Beadlock Jig and Breadboard Ends

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Forum topic by SkiTique posted 06-13-2016 02:40 PM 449 views 0 times favorited 6 replies Add to Favorites Watch
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41 posts in 285 days

06-13-2016 02:40 PM

Topic tags/keywords: oak joining

I found a few good posts on the sire while searching for breadboards. I am new to this with only a few projects so far. Today I was planning to finish the remaining portion of my table top, cutting to finish length and adding breadboards. after doing a little more reading I have found that biscuits and glue is clearly not a good idea. The glued up slabs will be 68” with an 8” breadboard on each end giving me a total length of 84”, the width is 42”, the top is made of 1.5” think oak. I do have a beadlock tenon jig, is there a way I can fasten the breadboards using the beadlock and dowels and still allow for seasonal movement?

6 replies so far

View SkiTique's profile


41 posts in 285 days

#1 posted 06-13-2016 05:22 PM

My thought was to glue the tenon into the end grain of the planks, then loose fit them into the breadboard on the ends with elongated holes and dowels to allow for expansion, then glue and pin the center tenon. I have seen this done with hand cut tenons, but was curious if anyone has done this with the beadlock system. It seems like it would work, any thoughts would be appreciated.

View rwe2156's profile


2111 posts in 899 days

#2 posted 06-13-2016 06:47 PM

I suppose they would work as long as the mortises allowed for movement. But this is not a good technique for joining a bb end. You really need to engage the entire length of the board with a tongue on the top and a groove in the bb. The tongue can be deeper at each end and the middle, while leaving the field between about 1” long. There are numerous sources to google on this.

Secure by pinning, whereby only the middle pin is glued and the outer pins are not glued and in addition, go have elongated holes.

Also, 8” is quite wide for a bb, you may have movement with the bb itself.

-- Everything is a prototype thats why its one of a kind!!

View CharleyL's profile


190 posts in 2783 days

#3 posted 06-13-2016 07:25 PM

You’re thinking is getting closer to what you need, but a Beadlock tenon is not going to allow much side to side movement because of the multiple curved sides of the Beadlock cut mortise, unless you create a straight slot in the breadboard end for the Beadlock tenon to slide in. A Beadlock jig and the same size Beadlock tenon stock is a relatively cheap and easy to use tool for making mortises and floating tenons, but I think when it comes to breadboard joinery it’s not going to be your best choice. Whatever you choose, glue the center and provide a way for the panel (table top) to slide up to about 1/4” in each direction with changes in humidity or something will eventually break, most likely a crack will form in the panel.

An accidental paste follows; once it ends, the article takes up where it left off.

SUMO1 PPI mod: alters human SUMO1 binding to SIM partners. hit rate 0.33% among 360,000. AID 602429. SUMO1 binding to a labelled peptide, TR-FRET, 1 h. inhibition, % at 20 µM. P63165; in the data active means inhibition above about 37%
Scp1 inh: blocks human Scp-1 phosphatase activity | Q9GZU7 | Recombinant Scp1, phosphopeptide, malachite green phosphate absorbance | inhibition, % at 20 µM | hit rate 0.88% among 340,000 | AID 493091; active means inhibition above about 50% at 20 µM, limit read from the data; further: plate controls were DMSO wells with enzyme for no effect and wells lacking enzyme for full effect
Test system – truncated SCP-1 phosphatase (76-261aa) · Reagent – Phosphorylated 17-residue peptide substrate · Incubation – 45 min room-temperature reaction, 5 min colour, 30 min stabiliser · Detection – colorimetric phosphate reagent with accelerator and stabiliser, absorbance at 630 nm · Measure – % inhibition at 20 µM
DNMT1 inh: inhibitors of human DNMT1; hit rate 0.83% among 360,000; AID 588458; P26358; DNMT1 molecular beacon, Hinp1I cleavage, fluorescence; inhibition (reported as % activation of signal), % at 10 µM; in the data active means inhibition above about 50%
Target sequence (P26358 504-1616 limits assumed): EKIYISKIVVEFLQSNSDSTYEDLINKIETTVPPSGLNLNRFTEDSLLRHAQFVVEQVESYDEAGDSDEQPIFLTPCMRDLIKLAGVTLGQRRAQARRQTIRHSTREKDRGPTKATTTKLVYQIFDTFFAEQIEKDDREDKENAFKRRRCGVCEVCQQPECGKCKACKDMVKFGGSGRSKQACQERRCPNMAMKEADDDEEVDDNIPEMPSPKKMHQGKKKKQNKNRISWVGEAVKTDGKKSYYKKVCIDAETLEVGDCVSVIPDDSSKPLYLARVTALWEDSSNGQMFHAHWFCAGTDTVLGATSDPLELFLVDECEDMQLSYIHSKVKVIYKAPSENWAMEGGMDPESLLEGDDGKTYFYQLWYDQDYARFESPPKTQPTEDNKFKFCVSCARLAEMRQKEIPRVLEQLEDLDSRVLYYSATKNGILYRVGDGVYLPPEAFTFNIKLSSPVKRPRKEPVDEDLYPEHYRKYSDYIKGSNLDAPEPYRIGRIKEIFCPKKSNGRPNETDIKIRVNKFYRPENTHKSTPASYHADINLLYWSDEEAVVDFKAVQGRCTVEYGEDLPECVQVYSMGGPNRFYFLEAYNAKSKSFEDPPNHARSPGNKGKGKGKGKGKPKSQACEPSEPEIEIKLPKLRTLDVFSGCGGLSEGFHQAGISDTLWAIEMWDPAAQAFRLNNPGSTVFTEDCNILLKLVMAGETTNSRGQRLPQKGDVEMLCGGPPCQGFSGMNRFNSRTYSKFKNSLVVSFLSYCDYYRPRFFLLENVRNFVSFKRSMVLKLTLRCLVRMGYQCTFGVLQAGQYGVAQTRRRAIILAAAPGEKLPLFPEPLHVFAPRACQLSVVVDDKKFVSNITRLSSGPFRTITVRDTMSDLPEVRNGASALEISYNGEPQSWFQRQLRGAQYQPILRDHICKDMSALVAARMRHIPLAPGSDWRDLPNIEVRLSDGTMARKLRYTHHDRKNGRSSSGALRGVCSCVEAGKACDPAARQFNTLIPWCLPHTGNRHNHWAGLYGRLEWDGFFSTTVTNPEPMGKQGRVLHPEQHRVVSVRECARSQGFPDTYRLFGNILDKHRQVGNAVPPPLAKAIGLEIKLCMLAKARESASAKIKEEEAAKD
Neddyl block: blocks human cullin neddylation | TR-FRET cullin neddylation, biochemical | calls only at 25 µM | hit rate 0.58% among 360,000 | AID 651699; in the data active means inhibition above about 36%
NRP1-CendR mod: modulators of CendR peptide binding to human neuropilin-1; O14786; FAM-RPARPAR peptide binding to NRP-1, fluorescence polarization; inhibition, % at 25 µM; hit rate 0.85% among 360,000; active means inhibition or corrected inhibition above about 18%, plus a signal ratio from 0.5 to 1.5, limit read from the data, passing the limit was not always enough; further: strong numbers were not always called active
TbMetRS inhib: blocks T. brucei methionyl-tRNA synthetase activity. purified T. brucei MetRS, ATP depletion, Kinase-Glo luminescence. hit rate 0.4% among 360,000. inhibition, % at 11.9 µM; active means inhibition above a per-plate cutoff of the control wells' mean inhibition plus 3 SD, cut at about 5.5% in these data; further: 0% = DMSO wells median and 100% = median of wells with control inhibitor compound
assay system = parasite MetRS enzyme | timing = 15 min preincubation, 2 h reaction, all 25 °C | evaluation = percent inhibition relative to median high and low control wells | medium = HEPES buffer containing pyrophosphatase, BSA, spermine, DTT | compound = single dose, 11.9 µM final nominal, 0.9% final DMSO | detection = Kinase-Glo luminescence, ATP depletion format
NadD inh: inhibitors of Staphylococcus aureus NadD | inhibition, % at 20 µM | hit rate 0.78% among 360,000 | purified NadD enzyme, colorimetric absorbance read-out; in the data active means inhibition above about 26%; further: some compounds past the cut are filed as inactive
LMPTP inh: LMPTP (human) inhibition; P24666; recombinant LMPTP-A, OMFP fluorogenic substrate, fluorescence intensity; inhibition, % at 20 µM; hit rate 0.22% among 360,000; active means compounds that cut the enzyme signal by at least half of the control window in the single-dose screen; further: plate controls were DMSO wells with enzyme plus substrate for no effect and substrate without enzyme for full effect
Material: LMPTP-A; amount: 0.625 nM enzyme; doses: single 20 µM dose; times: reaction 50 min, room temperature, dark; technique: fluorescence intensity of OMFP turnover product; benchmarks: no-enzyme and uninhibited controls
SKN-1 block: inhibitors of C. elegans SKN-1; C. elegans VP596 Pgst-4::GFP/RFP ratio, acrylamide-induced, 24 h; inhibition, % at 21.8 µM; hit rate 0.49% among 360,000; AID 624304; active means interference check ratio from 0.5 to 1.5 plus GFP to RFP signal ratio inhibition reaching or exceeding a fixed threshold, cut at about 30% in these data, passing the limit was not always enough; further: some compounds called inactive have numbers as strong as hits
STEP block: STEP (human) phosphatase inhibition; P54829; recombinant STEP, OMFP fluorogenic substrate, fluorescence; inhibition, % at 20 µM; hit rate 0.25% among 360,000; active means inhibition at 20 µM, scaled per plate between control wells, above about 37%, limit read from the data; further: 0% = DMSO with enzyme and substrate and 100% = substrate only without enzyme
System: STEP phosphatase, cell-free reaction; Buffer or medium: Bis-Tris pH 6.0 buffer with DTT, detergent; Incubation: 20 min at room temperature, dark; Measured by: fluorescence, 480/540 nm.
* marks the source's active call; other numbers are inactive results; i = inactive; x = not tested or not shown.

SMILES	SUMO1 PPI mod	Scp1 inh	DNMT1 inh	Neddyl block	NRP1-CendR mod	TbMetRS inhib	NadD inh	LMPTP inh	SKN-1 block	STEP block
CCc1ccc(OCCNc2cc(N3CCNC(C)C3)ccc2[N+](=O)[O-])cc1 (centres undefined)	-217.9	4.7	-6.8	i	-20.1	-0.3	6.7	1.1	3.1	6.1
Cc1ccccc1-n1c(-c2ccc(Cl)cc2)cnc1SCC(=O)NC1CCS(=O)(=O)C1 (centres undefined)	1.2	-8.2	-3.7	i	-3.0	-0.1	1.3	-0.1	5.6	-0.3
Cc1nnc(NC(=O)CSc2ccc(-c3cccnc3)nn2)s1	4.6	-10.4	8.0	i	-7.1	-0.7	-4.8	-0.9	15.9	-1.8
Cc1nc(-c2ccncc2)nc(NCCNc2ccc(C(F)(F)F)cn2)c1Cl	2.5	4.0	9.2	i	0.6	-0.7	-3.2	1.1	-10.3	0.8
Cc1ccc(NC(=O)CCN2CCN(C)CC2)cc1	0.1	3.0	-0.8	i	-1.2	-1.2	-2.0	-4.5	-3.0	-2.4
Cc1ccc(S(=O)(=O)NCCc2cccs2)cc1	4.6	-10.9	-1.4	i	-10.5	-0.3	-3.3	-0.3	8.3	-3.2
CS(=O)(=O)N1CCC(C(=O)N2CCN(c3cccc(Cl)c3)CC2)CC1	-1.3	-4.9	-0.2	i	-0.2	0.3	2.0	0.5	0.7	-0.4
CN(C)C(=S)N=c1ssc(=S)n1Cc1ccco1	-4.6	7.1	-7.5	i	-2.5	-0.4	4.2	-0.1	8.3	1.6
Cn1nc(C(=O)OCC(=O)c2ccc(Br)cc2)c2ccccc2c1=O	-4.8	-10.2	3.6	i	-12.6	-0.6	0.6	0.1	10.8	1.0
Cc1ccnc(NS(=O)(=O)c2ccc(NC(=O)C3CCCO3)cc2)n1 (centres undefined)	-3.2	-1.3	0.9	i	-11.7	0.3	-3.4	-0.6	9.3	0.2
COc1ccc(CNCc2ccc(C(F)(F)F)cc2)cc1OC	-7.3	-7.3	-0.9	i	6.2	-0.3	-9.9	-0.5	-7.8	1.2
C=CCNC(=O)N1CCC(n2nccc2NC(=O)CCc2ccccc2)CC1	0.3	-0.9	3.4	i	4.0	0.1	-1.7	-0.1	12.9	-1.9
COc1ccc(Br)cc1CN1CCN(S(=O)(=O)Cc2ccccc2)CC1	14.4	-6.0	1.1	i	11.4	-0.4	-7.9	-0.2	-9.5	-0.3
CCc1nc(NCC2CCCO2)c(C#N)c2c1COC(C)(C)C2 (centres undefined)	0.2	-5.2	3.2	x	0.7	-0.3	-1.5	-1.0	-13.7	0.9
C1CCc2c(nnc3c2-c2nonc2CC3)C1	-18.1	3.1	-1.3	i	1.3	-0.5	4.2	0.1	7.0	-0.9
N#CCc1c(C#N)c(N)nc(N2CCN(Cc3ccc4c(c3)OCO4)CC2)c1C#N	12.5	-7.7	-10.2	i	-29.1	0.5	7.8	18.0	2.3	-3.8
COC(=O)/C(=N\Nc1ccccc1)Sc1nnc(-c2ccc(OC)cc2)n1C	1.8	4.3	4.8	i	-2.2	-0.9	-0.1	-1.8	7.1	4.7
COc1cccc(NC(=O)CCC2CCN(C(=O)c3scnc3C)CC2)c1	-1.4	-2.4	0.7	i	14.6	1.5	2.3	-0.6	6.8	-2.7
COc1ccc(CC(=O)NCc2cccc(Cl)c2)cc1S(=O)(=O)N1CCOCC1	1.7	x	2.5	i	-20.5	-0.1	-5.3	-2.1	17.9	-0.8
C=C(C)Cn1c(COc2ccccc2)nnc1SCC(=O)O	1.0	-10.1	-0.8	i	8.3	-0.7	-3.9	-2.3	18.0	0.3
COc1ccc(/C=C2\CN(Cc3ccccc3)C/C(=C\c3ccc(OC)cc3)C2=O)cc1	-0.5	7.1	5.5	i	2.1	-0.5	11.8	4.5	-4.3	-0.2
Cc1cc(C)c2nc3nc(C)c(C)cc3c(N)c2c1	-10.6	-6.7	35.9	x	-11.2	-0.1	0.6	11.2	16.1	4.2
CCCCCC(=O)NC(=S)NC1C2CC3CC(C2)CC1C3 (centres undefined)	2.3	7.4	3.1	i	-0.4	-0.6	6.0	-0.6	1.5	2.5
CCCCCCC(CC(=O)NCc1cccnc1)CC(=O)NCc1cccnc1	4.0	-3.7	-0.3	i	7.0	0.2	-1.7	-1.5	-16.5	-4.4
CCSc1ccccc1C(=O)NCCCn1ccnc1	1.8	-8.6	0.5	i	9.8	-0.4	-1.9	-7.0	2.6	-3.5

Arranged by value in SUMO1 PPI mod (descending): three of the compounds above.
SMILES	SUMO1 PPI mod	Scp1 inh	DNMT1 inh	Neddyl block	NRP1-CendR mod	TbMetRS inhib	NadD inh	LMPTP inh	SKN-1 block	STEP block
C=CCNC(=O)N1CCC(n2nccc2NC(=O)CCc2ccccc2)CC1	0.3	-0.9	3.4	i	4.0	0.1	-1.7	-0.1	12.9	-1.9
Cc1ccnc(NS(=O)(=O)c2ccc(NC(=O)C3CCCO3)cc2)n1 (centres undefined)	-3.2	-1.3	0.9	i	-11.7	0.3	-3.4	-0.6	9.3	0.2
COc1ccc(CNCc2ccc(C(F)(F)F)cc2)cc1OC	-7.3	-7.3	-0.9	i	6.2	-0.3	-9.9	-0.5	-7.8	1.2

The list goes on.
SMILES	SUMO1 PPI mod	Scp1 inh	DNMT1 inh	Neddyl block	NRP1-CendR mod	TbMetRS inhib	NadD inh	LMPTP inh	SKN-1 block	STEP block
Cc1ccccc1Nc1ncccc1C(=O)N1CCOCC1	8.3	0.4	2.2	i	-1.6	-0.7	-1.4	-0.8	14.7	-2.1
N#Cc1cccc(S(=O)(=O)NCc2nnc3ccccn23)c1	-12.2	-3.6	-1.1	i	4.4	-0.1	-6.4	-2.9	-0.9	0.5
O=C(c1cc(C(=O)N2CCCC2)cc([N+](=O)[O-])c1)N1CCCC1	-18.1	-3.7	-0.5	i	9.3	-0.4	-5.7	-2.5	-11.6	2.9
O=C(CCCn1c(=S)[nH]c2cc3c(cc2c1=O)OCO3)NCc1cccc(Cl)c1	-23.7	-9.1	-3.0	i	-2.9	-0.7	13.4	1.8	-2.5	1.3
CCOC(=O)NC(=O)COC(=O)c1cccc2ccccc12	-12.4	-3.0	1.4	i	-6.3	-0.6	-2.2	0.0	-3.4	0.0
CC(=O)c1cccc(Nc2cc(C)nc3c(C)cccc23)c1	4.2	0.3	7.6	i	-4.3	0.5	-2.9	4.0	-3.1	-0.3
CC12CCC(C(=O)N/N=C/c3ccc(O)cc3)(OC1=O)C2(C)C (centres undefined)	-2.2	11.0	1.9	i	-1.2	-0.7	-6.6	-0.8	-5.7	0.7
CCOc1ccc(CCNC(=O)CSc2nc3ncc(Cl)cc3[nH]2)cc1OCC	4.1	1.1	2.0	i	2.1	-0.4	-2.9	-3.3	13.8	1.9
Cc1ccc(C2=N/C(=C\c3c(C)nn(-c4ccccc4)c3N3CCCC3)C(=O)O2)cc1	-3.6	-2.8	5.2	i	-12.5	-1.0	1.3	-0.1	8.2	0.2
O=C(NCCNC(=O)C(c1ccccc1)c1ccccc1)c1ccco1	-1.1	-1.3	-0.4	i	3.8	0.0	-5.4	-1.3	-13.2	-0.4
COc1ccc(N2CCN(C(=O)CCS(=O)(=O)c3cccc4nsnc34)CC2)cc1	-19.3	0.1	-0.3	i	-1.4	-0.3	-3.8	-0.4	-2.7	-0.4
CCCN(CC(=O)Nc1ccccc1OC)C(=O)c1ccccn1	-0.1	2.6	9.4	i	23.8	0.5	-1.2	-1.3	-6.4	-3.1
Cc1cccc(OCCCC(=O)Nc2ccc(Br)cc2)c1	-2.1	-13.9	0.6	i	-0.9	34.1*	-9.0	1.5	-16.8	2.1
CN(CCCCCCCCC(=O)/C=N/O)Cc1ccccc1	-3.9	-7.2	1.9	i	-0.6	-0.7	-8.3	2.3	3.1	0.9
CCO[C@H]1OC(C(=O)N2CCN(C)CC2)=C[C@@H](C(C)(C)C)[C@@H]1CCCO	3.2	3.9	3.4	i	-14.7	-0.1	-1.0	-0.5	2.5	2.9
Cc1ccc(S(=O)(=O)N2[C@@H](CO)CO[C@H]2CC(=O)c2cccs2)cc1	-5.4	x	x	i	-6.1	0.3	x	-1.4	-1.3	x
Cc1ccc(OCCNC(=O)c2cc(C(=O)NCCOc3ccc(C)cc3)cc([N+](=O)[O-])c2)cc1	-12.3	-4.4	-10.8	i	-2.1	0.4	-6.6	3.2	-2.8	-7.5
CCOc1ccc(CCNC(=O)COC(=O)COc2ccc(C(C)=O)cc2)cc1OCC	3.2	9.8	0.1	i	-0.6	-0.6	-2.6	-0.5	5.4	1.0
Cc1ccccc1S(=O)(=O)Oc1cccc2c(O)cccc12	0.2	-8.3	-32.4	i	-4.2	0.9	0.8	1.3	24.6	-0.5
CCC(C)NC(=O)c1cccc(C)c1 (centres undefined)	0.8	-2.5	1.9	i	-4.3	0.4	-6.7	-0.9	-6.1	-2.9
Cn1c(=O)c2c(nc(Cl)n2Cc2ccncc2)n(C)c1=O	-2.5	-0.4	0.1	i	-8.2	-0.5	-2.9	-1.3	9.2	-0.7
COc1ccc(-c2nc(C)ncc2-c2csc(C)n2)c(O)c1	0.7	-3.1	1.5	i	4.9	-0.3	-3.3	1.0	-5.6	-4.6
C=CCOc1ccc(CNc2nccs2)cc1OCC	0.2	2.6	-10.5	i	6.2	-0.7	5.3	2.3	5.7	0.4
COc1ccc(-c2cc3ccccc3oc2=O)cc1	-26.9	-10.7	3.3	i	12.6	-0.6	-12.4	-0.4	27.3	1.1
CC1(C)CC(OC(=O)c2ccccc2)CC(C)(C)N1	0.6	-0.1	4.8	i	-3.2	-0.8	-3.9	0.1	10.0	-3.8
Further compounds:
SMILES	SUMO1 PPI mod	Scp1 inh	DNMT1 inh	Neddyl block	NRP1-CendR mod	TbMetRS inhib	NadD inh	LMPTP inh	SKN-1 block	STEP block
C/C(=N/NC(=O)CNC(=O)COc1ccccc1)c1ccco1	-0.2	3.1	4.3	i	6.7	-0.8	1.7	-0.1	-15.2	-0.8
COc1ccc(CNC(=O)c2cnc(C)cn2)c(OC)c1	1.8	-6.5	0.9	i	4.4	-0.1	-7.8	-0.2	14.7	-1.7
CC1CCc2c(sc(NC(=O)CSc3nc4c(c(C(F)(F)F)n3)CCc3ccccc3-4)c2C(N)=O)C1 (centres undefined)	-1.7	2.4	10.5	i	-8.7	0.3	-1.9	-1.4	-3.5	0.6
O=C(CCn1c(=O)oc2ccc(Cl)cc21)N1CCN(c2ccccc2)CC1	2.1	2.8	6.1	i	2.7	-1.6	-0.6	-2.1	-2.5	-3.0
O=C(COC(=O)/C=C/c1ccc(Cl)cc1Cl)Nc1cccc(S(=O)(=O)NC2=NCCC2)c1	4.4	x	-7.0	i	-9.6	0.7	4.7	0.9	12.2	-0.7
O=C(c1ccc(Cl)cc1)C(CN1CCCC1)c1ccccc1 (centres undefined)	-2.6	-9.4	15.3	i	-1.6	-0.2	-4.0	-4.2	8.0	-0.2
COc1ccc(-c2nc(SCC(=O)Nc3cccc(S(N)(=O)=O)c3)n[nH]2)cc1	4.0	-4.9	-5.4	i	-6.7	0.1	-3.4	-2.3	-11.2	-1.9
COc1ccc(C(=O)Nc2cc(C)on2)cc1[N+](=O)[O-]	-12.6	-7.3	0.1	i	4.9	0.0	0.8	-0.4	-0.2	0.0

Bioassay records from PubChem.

View jonmakesthings's profile


68 posts in 236 days

#4 posted 06-13-2016 09:48 PM

As rwe said, cut a tongue in the end of the top and a groove in the breadboard, pin in the middle and glue only the middle 3” or so. It’s really the best way for breadboards. Dowels and biscuits are great but not for allowing movement.

-- How can you have any pudding if you don't eat your meat?

View bondogaposis's profile


3969 posts in 1769 days

#5 posted 06-13-2016 09:58 PM

is there a way I can fasten the breadboards using the beadlock and dowels and still allow for seasonal movement?

Well you could probably do that, but it is kind of a Mickey Mouse solution and not likely to last in the long run. Why not make a standard pegged mortise and tenon style breadboard?

-- Bondo Gaposis

View SkiTique's profile


41 posts in 285 days

#6 posted 06-14-2016 06:01 PM

Let me know what you guys think, I tried to make the best with the tools that I have. I used a rabbit bit to create a tongue on the table and ran the breadboards through the table saw with a 1/2” Dado. I then used the Beadlock jig and glued the tenons into the table top. Ill create a loose tenon on the breadboard side, the 4 outer tonons will get oversized holes drilled and doweled to allow movement, the two center tenons will be a tight fit and doweled with a tight fitting hole.

Let me know what you think.

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